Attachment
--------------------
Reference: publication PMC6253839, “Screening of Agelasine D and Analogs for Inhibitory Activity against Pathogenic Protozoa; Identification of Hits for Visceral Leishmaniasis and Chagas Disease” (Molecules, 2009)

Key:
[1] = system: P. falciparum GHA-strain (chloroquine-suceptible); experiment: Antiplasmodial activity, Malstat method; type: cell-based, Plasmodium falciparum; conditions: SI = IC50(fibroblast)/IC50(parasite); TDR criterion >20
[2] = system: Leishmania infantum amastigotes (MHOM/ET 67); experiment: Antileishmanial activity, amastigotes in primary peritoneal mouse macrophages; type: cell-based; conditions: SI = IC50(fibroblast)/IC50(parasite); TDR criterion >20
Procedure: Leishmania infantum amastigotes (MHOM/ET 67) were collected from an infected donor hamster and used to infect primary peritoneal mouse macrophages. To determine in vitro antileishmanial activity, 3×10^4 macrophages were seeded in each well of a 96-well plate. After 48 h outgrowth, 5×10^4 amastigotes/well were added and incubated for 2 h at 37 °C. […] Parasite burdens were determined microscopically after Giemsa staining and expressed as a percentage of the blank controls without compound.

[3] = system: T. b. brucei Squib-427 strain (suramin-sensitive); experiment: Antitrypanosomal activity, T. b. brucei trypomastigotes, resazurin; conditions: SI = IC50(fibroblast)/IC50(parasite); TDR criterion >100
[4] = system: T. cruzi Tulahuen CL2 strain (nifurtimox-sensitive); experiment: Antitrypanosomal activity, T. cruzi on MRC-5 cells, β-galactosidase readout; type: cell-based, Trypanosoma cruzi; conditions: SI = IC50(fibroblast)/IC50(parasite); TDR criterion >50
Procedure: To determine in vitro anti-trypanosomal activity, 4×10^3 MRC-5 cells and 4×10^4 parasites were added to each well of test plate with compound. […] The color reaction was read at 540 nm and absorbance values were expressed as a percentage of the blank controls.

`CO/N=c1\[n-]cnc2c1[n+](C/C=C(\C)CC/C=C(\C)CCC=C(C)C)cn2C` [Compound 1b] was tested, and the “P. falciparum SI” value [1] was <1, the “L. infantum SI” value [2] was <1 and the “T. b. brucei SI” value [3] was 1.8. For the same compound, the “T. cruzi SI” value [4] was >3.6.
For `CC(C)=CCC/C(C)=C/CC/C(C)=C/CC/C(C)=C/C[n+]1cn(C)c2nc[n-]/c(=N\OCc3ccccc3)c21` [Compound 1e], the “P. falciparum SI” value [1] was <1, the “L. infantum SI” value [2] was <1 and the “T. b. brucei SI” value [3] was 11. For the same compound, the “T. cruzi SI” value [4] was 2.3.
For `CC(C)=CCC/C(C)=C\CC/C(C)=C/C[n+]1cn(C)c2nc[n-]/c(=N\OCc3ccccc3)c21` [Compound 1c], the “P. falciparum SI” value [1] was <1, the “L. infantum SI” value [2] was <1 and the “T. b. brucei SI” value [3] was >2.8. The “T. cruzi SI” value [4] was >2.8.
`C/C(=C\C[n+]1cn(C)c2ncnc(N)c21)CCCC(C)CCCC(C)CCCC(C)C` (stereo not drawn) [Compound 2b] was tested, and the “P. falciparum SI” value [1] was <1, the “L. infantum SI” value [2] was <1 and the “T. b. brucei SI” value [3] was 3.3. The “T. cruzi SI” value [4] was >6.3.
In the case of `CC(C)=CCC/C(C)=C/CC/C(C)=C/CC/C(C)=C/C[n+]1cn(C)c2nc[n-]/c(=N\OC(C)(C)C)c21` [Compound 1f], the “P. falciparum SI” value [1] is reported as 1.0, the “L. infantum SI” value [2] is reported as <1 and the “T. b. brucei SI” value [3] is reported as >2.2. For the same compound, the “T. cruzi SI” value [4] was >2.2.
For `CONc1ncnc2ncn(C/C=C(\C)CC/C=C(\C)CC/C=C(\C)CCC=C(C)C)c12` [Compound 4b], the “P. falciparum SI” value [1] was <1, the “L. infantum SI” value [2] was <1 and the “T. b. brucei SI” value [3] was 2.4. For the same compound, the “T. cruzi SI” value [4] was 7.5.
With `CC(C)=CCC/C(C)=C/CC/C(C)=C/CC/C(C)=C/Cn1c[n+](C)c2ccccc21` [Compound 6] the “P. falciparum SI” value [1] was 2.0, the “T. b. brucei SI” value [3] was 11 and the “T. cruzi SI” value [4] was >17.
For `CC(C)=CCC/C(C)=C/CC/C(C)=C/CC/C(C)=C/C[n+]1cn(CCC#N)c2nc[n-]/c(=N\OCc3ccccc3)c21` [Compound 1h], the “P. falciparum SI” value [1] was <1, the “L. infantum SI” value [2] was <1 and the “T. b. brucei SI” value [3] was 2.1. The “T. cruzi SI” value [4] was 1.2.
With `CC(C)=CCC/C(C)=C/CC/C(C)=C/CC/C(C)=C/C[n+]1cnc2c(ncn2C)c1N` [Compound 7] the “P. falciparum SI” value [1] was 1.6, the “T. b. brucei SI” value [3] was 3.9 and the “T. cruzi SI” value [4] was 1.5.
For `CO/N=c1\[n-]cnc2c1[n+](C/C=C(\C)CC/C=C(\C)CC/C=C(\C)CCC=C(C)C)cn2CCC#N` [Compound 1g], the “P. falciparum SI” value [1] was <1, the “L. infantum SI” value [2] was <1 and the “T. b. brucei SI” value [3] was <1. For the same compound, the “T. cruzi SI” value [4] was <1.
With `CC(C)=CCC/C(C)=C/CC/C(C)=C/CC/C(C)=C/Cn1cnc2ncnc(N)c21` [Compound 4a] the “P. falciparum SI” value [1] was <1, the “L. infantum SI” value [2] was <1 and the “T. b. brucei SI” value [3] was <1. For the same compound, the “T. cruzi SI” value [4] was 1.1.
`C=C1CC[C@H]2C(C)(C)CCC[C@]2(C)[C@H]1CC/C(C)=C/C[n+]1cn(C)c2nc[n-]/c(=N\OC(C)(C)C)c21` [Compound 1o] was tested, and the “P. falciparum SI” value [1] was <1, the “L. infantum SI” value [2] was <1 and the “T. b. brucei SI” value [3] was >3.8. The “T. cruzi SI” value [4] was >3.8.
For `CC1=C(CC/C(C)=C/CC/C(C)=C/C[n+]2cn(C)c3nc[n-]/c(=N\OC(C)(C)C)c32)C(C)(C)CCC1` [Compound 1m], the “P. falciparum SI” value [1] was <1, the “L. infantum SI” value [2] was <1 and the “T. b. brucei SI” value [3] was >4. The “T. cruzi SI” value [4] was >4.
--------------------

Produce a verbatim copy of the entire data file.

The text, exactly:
Reference: publication PMC6253839, “Screening of Agelasine D and Analogs for Inhibitory Activity against Pathogenic Protozoa; Identification of Hits for Visceral Leishmaniasis and Chagas Disease” (Molecules, 2009)

Key:
[1] = system: P. falciparum GHA-strain (chloroquine-suceptible); experiment: Antiplasmodial activity, Malstat method; type: cell-based, Plasmodium falciparum; conditions: SI = IC50(fibroblast)/IC50(parasite); TDR criterion >20
[2] = system: Leishmania infantum amastigotes (MHOM/ET 67); experiment: Antileishmanial activity, amastigotes in primary peritoneal mouse macrophages; type: cell-based; conditions: SI = IC50(fibroblast)/IC50(parasite); TDR criterion >20
Procedure: Leishmania infantum amastigotes (MHOM/ET 67) were collected from an infected donor hamster and used to infect primary peritoneal mouse macrophages. To determine in vitro antileishmanial activity, 3×10^4 macrophages were seeded in each well of a 96-well plate. After 48 h outgrowth, 5×10^4 amastigotes/well were added and incubated for 2 h at 37 °C. […] Parasite burdens were determined microscopically after Giemsa staining and expressed as a percentage of the blank controls without compound.

[3] = system: T. b. brucei Squib-427 strain (suramin-sensitive); experiment: Antitrypanosomal activity, T. b. brucei trypomastigotes, resazurin; conditions: SI = IC50(fibroblast)/IC50(parasite); TDR criterion >100
[4] = system: T. cruzi Tulahuen CL2 strain (nifurtimox-sensitive); experiment: Antitrypanosomal activity, T. cruzi on MRC-5 cells, β-galactosidase readout; type: cell-based, Trypanosoma cruzi; conditions: SI = IC50(fibroblast)/IC50(parasite); TDR criterion >50
Procedure: To determine in vitro anti-trypanosomal activity, 4×10^3 MRC-5 cells and 4×10^4 parasites were added to each well of test plate with compound. […] The color reaction was read at 540 nm and absorbance values were expressed as a percentage of the blank controls.

`CO/N=c1\[n-]cnc2c1[n+](C/C=C(\C)CC/C=C(\C)CCC=C(C)C)cn2C` [Compound 1b] was tested, and the “P. falciparum SI” value [1] was <1, the “L. infantum SI” value [2] was <1 and the “T. b. brucei SI” value [3] was 1.8. For the same compound, the “T. cruzi SI” value [4] was >3.6.
For `CC(C)=CCC/C(C)=C/CC/C(C)=C/CC/C(C)=C/C[n+]1cn(C)c2nc[n-]/c(=N\OCc3ccccc3)c21` [Compound 1e], the “P. falciparum SI” value [1] was <1, the “L. infantum SI” value [2] was <1 and the “T. b. brucei SI” value [3] was 11. For the same compound, the “T. cruzi SI” value [4] was 2.3.
For `CC(C)=CCC/C(C)=C\CC/C(C)=C/C[n+]1cn(C)c2nc[n-]/c(=N\OCc3ccccc3)c21` [Compound 1c], the “P. falciparum SI” value [1] was <1, the “L. infantum SI” value [2] was <1 and the “T. b. brucei SI” value [3] was >2.8. The “T. cruzi SI” value [4] was >2.8.
`C/C(=C\C[n+]1cn(C)c2ncnc(N)c21)CCCC(C)CCCC(C)CCCC(C)C` (stereo not drawn) [Compound 2b] was tested, and the “P. falciparum SI” value [1] was <1, the “L. infantum SI” value [2] was <1 and the “T. b. brucei SI” value [3] was 3.3. The “T. cruzi SI” value [4] was >6.3.
In the case of `CC(C)=CCC/C(C)=C/CC/C(C)=C/CC/C(C)=C/C[n+]1cn(C)c2nc[n-]/c(=N\OC(C)(C)C)c21` [Compound 1f], the “P. falciparum SI” value [1] is reported as 1.0, the “L. infantum SI” value [2] is reported as <1 and the “T. b. brucei SI” value [3] is reported as >2.2. For the same compound, the “T. cruzi SI” value [4] was >2.2.
For `CONc1ncnc2ncn(C/C=C(\C)CC/C=C(\C)CC/C=C(\C)CCC=C(C)C)c12` [Compound 4b], the “P. falciparum SI” value [1] was <1, the “L. infantum SI” value [2] was <1 and the “T. b. brucei SI” value [3] was 2.4. For the same compound, the “T. cruzi SI” value [4] was 7.5.
With `CC(C)=CCC/C(C)=C/CC/C(C)=C/CC/C(C)=C/Cn1c[n+](C)c2ccccc21` [Compound 6] the “P. falciparum SI” value [1] was 2.0, the “T. b. brucei SI” value [3] was 11 and the “T. cruzi SI” value [4] was >17.
For `CC(C)=CCC/C(C)=C/CC/C(C)=C/CC/C(C)=C/C[n+]1cn(CCC#N)c2nc[n-]/c(=N\OCc3ccccc3)c21` [Compound 1h], the “P. falciparum SI” value [1] was <1, the “L. infantum SI” value [2] was <1 and the “T. b. brucei SI” value [3] was 2.1. The “T. cruzi SI” value [4] was 1.2.
With `CC(C)=CCC/C(C)=C/CC/C(C)=C/CC/C(C)=C/C[n+]1cnc2c(ncn2C)c1N` [Compound 7] the “P. falciparum SI” value [1] was 1.6, the “T. b. brucei SI” value [3] was 3.9 and the “T. cruzi SI” value [4] was 1.5.
For `CO/N=c1\[n-]cnc2c1[n+](C/C=C(\C)CC/C=C(\C)CC/C=C(\C)CCC=C(C)C)cn2CCC#N` [Compound 1g], the “P. falciparum SI” value [1] was <1, the “L. infantum SI” value [2] was <1 and the “T. b. brucei SI” value [3] was <1. For the same compound, the “T. cruzi SI” value [4] was <1.
With `CC(C)=CCC/C(C)=C/CC/C(C)=C/CC/C(C)=C/Cn1cnc2ncnc(N)c21` [Compound 4a] the “P. falciparum SI” value [1] was <1, the “L. infantum SI” value [2] was <1 and the “T. b. brucei SI” value [3] was <1. For the same compound, the “T. cruzi SI” value [4] was 1.1.
`C=C1CC[C@H]2C(C)(C)CCC[C@]2(C)[C@H]1CC/C(C)=C/C[n+]1cn(C)c2nc[n-]/c(=N\OC(C)(C)C)c21` [Compound 1o] was tested, and the “P. falciparum SI” value [1] was <1, the “L. infantum SI” value [2] was <1 and the “T. b. brucei SI” value [3] was >3.8. The “T. cruzi SI” value [4] was >3.8.
For `CC1=C(CC/C(C)=C/CC/C(C)=C/C[n+]2cn(C)c3nc[n-]/c(=N\OC(C)(C)C)c32)C(C)(C)CCC1` [Compound 1m], the “P. falciparum SI” value [1] was <1, the “L. infantum SI” value [2] was <1 and the “T. b. brucei SI” value [3] was >4. The “T. cruzi SI” value [4] was >4.